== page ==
In the quarter-final against Peru, a 4-2 trouncing with Pelé, twice hitting the post and assisting on the third goal for Tostão (7:00).
The semi-final against Uruguay was alongside the England match, Brazil’s toughest test in the tournament. They fell behind to an early goal and looked nervous in the first half, managing to pull back an equaliser right before halftime. Pelé rose to the occasion in the second half providing arguably his best performance in the tournament.
He was involved in everything – he produced a magnificent mazy run from midfield before being brought down just outside the box (4:00), a clever first-time volley straight from a poor goal kick that the keeper managed to recover and save (5:07), a deft touch to release a Brazil counter-attack, which resulted in the go-ahead goal scored by Jairzinho (6:20), and making the third goal for Rivelino (8:45). All that was missing to crown his display was a goal and he nearly got in spectacular fashion, rounding the keeper with a brilliant dummy before dragging a shot just wide (9:37).
In the final, against a weary Italian side, Brazil went ahead through Pelé’s header, were pegged back before the interval, and then ran rampant in the second half, running out 4-1 winners and three-time World Cup champions. As well as his goal (0:24), Pelé made the third – a brilliant cushioned header into the path of Jairzinho (3:12) – and the fourth and final goal – a majestic pass for Carlos Alberto to slam home, following a magnificent team move (3:57).
So, 4 goals and 6 assists in 6 matches in his World Cup swansong, including two of the most beautiful and jaw-dropping ‘near-misses’ of all-time – the shot from inside his own half and the dummy round the keeper, which to this day I’ve never seen anyone try and replicate.
Pelé at club level
Pelé was the star of the great 1960’s Santos sides, which dominated Brazilian and South American football for the decade and are considered to be one of the greatest club sides of all-time. They won the national title 6 times during the decade, also winning countless state championships, which at the time counted for a lot.
They also conquered the continent and the world, winning consecutive Libertadores (South America’s equivalent to the European Cup/Champions League) and Intercontinental Cups. At the time, the European sides took the cup seriously, as South America still held on to its best players, thus making for fiercely competitive duels. Adding to this, was the fact it was played over two legs (home and away – one in South America and one in Europe), so it was showcased directly to a European audience.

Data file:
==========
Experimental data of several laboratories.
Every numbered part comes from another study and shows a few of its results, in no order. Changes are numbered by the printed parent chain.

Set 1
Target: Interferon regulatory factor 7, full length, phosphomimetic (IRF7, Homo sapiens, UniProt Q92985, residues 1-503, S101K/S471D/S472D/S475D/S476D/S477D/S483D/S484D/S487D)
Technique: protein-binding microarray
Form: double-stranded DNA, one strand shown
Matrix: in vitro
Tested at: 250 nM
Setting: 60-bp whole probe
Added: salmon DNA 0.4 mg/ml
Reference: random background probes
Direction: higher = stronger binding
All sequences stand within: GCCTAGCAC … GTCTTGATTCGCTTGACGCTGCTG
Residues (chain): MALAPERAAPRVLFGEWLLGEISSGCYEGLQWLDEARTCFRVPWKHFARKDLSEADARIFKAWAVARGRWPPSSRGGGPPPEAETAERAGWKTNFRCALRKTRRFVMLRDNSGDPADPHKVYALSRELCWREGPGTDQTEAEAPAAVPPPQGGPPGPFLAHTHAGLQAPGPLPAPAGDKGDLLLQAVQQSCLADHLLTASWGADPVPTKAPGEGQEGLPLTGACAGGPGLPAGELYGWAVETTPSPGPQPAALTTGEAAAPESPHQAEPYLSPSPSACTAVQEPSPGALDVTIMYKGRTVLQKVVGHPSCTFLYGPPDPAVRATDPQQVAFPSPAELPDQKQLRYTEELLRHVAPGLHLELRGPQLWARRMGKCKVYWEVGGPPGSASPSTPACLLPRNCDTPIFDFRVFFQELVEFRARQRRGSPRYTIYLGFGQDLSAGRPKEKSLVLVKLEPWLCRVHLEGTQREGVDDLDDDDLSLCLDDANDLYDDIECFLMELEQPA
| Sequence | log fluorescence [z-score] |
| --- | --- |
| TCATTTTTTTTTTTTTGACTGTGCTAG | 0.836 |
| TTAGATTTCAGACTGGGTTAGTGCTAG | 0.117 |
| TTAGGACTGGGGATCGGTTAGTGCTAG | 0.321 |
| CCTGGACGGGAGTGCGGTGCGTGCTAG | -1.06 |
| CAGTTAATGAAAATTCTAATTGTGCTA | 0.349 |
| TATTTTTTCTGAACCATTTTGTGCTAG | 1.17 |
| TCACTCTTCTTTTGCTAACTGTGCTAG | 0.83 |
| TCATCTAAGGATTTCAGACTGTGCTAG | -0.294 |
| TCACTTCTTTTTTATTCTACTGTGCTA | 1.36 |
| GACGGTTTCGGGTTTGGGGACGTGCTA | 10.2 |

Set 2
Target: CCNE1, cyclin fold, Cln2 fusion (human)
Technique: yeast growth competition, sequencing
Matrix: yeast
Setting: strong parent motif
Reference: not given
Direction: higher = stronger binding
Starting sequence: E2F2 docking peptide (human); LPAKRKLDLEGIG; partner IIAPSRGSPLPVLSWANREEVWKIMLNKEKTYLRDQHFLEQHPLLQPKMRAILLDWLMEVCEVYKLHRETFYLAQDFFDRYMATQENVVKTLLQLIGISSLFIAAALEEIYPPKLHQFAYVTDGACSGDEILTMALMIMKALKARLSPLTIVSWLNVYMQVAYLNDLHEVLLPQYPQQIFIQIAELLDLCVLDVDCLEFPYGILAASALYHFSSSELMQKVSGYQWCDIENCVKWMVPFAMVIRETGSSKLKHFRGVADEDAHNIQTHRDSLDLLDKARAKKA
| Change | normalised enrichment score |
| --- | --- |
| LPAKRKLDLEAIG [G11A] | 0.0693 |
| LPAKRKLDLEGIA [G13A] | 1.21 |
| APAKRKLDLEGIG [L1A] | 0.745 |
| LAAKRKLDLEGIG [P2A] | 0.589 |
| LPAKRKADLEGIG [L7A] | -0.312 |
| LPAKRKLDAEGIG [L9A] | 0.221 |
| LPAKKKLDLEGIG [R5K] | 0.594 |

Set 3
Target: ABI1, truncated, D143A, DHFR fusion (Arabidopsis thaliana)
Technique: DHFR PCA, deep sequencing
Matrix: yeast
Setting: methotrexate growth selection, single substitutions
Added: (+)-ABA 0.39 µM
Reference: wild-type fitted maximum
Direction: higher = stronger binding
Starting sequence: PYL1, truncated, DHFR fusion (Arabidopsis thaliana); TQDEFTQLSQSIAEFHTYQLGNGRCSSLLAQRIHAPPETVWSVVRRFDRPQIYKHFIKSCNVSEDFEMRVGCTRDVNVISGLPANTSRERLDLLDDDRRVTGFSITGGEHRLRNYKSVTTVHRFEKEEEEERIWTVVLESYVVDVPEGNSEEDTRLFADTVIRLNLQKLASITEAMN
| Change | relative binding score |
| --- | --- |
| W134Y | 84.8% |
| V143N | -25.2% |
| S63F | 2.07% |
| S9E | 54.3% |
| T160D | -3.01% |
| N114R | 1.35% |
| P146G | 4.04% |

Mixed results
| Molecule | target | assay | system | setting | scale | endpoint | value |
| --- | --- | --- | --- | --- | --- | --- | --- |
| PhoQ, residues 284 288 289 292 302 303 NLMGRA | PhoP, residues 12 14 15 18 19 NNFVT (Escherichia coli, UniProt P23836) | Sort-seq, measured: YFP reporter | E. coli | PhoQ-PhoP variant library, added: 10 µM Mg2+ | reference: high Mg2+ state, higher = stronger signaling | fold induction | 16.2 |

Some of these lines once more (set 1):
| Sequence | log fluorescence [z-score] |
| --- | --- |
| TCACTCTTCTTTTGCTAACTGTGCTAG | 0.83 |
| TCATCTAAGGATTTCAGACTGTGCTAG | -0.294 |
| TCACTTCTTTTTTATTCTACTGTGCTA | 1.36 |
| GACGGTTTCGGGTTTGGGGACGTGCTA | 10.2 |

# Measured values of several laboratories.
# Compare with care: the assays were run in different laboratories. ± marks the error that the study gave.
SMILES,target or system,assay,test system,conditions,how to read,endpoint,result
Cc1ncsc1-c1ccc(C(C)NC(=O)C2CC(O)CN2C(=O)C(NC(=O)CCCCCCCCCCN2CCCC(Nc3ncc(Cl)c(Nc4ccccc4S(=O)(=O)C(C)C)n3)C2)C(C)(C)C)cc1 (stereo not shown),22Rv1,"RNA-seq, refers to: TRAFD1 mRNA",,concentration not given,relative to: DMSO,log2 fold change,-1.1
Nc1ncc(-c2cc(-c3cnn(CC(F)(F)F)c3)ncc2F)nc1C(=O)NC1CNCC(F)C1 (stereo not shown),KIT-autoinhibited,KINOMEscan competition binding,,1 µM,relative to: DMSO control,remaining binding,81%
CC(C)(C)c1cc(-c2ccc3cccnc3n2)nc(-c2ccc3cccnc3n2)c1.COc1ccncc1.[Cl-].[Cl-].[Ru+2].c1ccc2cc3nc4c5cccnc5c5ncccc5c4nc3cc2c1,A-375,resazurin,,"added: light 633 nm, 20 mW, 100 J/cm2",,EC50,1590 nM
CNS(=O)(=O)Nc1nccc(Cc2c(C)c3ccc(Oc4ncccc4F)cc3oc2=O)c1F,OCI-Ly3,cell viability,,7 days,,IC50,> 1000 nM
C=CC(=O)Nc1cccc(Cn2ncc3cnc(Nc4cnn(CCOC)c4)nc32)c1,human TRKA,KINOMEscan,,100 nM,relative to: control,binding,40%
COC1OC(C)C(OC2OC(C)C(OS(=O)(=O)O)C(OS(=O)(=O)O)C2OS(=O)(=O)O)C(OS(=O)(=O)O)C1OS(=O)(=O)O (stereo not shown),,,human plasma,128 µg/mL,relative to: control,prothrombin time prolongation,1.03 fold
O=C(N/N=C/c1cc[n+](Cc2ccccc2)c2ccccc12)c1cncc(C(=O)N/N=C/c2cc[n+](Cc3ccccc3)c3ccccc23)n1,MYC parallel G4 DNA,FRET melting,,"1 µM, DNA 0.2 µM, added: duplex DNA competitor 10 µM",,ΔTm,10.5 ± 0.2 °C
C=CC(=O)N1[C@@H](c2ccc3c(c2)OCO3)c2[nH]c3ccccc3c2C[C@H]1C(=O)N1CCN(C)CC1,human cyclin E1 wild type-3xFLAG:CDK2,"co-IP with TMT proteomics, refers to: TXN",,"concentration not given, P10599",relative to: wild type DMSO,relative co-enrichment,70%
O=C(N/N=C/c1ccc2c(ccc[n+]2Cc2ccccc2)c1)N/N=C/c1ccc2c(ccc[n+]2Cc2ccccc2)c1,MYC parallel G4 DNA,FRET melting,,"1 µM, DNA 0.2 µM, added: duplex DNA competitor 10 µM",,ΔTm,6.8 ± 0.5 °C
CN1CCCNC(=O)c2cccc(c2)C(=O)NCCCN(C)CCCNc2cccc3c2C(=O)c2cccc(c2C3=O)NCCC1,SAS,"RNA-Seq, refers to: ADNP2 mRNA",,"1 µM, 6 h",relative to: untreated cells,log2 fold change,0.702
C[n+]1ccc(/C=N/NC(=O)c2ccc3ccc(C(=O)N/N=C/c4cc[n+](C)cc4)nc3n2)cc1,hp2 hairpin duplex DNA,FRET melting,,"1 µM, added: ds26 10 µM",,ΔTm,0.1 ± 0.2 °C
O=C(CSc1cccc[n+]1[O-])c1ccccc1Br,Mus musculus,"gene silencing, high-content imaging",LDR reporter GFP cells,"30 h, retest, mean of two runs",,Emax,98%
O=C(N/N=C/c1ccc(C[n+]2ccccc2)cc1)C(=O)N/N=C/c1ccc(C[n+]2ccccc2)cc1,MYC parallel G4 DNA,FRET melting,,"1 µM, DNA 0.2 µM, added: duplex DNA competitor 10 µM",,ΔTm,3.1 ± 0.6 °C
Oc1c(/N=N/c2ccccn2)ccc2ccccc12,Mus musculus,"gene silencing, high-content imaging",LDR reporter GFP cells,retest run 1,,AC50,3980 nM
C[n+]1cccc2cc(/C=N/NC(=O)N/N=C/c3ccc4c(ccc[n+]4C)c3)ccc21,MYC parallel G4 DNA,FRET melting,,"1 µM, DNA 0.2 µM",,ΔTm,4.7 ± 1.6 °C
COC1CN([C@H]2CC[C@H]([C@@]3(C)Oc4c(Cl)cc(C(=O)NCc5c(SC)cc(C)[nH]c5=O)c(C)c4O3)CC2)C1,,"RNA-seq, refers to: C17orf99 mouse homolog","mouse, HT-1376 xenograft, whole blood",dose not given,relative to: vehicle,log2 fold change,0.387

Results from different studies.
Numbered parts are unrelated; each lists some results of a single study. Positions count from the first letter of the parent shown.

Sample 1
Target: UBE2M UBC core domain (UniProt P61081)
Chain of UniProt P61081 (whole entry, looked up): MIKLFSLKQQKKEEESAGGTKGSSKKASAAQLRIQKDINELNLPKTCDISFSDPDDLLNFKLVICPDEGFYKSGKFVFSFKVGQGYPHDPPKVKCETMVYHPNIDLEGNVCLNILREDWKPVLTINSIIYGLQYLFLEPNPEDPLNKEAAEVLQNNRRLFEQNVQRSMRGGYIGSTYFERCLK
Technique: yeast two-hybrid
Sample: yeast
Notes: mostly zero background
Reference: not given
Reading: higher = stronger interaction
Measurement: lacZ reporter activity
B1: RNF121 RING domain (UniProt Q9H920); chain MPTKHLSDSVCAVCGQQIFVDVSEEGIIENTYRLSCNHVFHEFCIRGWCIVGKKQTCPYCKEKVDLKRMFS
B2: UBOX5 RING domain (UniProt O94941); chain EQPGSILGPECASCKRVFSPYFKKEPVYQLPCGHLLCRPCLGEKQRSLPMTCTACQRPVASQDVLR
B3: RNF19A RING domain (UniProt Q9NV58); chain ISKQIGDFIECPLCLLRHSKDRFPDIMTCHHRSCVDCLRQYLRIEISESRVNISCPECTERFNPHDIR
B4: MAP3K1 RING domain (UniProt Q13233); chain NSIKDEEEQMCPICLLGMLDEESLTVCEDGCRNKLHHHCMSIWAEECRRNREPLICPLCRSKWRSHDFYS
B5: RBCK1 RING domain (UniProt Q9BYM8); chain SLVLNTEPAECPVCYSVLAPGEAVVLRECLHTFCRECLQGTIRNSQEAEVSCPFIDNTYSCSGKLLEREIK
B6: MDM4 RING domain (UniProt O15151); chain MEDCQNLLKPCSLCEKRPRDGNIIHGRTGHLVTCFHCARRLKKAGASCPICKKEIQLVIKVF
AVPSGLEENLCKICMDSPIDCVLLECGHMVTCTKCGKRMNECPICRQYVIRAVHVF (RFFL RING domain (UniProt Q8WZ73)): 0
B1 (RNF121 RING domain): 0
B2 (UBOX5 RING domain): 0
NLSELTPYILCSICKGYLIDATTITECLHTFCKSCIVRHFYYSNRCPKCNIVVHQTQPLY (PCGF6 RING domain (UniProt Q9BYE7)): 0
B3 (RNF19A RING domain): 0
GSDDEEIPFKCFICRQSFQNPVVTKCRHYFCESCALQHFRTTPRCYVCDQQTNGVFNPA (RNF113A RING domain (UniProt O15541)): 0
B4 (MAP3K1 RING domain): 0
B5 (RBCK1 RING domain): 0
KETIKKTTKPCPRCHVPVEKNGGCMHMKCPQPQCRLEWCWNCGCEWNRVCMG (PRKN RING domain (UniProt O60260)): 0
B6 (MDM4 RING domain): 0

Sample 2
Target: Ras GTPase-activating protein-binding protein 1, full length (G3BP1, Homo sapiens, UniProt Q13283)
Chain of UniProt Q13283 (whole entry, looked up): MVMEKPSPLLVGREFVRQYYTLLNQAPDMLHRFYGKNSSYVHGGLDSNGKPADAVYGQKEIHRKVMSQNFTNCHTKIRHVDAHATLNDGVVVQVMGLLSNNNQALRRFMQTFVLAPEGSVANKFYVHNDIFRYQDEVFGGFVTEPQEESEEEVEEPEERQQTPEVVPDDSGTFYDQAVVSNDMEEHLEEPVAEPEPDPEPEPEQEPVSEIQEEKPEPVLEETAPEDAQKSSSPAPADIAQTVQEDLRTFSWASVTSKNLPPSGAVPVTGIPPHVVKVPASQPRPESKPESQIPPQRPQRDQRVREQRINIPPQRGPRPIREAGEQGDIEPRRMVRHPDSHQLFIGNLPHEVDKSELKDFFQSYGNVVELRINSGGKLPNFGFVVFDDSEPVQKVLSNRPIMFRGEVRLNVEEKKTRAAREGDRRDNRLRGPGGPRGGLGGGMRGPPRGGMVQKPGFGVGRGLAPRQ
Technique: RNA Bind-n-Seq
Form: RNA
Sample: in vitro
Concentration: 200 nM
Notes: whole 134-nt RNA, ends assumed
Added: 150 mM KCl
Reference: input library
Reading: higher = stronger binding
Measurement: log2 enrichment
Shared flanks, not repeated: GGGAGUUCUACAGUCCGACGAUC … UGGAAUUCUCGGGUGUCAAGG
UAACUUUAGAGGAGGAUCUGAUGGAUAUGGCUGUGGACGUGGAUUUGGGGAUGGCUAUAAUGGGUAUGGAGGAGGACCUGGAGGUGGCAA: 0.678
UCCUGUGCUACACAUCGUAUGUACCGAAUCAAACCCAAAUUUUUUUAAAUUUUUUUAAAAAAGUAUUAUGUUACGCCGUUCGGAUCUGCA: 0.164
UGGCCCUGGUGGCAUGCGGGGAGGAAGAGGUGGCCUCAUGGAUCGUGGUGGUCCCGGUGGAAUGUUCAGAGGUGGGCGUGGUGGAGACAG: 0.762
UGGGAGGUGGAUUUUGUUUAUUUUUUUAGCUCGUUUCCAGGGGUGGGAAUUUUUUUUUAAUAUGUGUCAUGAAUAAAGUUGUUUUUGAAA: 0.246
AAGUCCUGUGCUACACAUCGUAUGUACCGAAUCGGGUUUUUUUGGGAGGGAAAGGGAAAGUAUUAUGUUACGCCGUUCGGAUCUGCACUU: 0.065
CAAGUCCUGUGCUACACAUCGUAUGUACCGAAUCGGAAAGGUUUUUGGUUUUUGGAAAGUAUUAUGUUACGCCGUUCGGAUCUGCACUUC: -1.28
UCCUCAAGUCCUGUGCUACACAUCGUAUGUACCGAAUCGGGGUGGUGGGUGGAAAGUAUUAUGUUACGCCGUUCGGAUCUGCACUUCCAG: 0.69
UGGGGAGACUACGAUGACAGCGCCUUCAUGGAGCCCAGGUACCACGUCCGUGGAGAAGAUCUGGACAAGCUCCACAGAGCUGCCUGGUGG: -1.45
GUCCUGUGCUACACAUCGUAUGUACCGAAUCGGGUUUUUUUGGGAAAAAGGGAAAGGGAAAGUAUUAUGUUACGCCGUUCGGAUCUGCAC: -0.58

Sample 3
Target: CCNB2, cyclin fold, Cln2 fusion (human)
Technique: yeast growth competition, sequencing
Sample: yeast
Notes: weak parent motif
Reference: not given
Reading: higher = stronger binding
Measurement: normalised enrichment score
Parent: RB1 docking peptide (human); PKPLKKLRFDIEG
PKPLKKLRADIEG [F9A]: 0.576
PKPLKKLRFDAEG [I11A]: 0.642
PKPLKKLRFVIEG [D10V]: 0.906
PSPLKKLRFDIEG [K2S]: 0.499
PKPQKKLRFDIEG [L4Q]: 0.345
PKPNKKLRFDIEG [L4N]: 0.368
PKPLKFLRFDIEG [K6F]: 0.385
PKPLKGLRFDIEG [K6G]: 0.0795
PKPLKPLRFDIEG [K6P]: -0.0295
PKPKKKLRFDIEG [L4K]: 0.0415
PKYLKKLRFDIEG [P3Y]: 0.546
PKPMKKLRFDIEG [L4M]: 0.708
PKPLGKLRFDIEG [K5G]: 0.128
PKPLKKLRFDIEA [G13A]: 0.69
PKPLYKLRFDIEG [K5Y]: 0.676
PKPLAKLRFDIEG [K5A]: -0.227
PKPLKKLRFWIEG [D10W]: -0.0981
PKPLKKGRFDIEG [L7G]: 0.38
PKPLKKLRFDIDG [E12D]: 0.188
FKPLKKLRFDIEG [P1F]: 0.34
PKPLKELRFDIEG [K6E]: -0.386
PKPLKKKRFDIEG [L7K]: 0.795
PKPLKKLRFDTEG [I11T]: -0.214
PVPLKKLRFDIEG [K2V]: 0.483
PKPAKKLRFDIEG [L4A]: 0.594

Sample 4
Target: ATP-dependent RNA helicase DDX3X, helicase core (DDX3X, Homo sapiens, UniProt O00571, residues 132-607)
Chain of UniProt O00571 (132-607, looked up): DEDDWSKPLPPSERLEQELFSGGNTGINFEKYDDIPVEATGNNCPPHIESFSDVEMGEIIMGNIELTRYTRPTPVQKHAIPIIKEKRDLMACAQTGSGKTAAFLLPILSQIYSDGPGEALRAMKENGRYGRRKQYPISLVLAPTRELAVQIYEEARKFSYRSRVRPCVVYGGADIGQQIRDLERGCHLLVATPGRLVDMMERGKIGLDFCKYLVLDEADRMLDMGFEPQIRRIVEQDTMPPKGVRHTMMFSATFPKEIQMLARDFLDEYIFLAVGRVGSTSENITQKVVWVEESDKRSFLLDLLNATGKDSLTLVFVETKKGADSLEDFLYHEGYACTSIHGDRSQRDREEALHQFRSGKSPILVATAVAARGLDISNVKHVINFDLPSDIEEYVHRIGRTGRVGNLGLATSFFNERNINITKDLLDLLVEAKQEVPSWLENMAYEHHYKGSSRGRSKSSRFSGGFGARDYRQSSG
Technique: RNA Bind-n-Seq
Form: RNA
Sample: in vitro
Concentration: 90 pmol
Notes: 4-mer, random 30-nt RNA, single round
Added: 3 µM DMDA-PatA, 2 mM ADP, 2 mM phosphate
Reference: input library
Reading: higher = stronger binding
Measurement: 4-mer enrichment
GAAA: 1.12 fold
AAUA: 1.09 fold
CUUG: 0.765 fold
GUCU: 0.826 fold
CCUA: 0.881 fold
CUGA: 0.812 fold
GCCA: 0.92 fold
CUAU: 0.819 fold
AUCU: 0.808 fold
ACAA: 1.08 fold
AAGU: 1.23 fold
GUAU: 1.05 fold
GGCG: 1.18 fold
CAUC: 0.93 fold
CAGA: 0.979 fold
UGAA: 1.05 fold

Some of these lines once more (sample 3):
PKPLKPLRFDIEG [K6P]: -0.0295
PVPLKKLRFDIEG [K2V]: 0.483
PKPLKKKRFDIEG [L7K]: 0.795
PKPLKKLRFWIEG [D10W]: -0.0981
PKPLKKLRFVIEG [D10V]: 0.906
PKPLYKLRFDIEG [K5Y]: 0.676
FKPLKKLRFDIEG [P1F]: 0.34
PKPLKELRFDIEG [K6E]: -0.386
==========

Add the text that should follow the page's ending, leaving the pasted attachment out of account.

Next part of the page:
In 1962, Santos won their first Libertadores with Pelé scoring twice in the final against Peñarol of Uruguay. They then faced Eusébio’s Benfica and won both legs by an aggregate score of 8-4. Pelé scored 5 goals over both matches and the second leg in Lisbon (won 5-2 by the Brazilians) is considered, by Pelé himself to be the best performance in his career. He scored a hat-trick, and superbly laid off a goal for his striking partner Coutinho.
The following year, he was limited by injuries, but scored two goals anyway in the first leg at the San Siro against the great Milan of Cesare Maldini, Trapattoni, Rivera and his national teammates Altafini and Amarildo. He did not play in the second or third games in Brazil (there was a 6-6 aggregate tie, so a replay decided the winner), but had played a huge role in leading Santos there in the first place – scoring 4 goals over both Libertadores semi-final legs and the winning goal in the final against Boca Juniors in Argentina.
Pelé is not the most overrated player ever. Recent memory has given us the tendency to ignore the greatness of past generations and we are quick to forget why Pelé was considered so great in the first place.
I haven’t even mentioned the fact that Pelé was the first ever player to score 1000 official goals in his career, totalling 1283 between club and country. It’s irrelevant that he played in another era, or whom he played against, it’s downright impressive.
If you want to compare it to today, who has dominated the World Cup or even the Champions League for that matter at the age of 17? Has anyone even scored close to 1000 goals in their career?
Now, is he the greatest ever?
Maybe. Maybe not. To each his own opinion, but to flat out disregard him as I have observed many doing lately is outright absurd.